by Nancy Osborne, COO of ERATE®
April 25, 2008 - Since the mortgage meltdown began and its repercussions have spread, deposit insurance has become a hot button issue at the forefront of consumer’s minds once again as a stream of bad financial news continues to come to light. However to help put things in perspective, it’s important to note that the list of troubled banks and thrifts is lower now than it was during the Savings and Loan Crisis of the late 1980’s and early 1990’s. A recent tally of troubled institutions approached 75 at the end of 2007 versus an astounding 1,500 institutions at the time of the S & L Crisis. It is also important to recall that FDIC Insurance covers only those deposits held in checking and savings accounts along with certificates of deposit (or CDs). Investments such as stocks, bonds, mutual funds and annuities are normally not covered though some of these investments such as T-bills, notes and bonds, when issued by the federal government, may be protected by the full faith and credit of the U.S. Treasury.
Every FDIC insured bank or credit union must display the official FDIC insured sign at each window or teller’s station. Be sure to look for the official sign to be certain the insurance applies to the institution in question and if unclear be sure to ask about membership to insure the safety of your deposit. The basic insurance limit is $100,000 per person per account at a given institution and since 2005 the insurance limit was increased to $250,000 on an Individual Retirement Account (IRA) under The Federal Deposit Insurance Reform Act. These maximum limits apply uniformly to banks, thrifts and credit unions having FDIC coverage.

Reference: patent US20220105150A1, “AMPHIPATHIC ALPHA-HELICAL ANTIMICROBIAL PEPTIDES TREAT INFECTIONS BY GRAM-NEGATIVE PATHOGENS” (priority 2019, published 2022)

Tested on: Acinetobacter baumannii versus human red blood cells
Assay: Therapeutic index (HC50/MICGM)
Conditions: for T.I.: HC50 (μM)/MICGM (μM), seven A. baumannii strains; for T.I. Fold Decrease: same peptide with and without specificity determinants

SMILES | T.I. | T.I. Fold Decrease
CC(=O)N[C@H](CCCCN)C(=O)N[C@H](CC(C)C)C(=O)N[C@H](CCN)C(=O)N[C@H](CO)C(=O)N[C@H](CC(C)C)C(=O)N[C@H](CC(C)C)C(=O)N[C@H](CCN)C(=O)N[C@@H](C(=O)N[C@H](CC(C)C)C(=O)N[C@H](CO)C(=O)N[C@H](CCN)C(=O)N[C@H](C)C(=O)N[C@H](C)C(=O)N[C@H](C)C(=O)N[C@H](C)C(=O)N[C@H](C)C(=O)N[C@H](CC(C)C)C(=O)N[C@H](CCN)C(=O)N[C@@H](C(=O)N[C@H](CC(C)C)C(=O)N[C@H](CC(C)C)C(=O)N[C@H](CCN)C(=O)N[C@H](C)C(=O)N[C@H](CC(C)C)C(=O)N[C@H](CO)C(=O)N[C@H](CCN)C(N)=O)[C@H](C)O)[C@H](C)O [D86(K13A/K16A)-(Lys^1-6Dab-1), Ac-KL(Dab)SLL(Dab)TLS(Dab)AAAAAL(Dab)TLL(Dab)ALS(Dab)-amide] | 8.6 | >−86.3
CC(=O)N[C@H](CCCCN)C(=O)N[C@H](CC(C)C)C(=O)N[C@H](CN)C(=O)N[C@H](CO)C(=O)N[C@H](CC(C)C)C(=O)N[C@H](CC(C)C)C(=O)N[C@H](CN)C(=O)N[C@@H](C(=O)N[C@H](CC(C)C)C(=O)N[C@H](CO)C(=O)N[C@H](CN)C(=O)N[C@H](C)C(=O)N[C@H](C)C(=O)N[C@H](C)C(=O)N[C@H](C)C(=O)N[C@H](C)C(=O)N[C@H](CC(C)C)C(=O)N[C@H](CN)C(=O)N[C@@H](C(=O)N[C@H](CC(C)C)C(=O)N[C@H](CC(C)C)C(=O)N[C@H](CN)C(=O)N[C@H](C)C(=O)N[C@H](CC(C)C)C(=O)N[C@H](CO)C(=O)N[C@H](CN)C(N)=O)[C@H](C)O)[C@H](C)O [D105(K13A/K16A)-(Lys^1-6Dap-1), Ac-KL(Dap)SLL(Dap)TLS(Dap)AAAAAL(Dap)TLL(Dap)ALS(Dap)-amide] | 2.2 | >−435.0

A controversy regarding FDIC insurance arises with the perception that insured institutions receive an unfair, even hazardous, advantage that most industries do not benefit from. Regardless of the fact that the institutions themselves are required to pay a premium for FDIC insurance, it is indeed the U.S. taxpayer who bears the ultimate burden if financial disaster strikes. Contrast this with other institutions operating in the financial arena, such as investment firms offering money market mutual funds, which must compete head-to-head with banks for business and are forced to function in an environment without a taxpayer based safety net. These non-FDIC insured investment firms must exercise prudent risk management principles knowing that if they were to suffer extensive losses, they could potentially be forced out of business as the result of a loss of reputation. In many situations a non-FDIC insured firm feels compelled to absorb losses incurred by their funds rather than passing them onto their shareholders. The perception of risk taking is completely re-framed when management knows there is no one to looking to bail them out of what ever corner they back themselves into or catastrophic decision they make.
Nancy Osborne has had experience in the mortgage business for over 20 years and is a founder of both ERATE, where she is currently the COO and Progressive Capital Funding, where she served as President. She has held real estate licenses in several states and has received both the national Certified Mortgage Consultant and Certified Residential Mortgage Specialist designations. Ms. Osborne is also a primary contributing writer and content developer for ERATE.
"I am addicted to Bloomberg TV" says Nancy.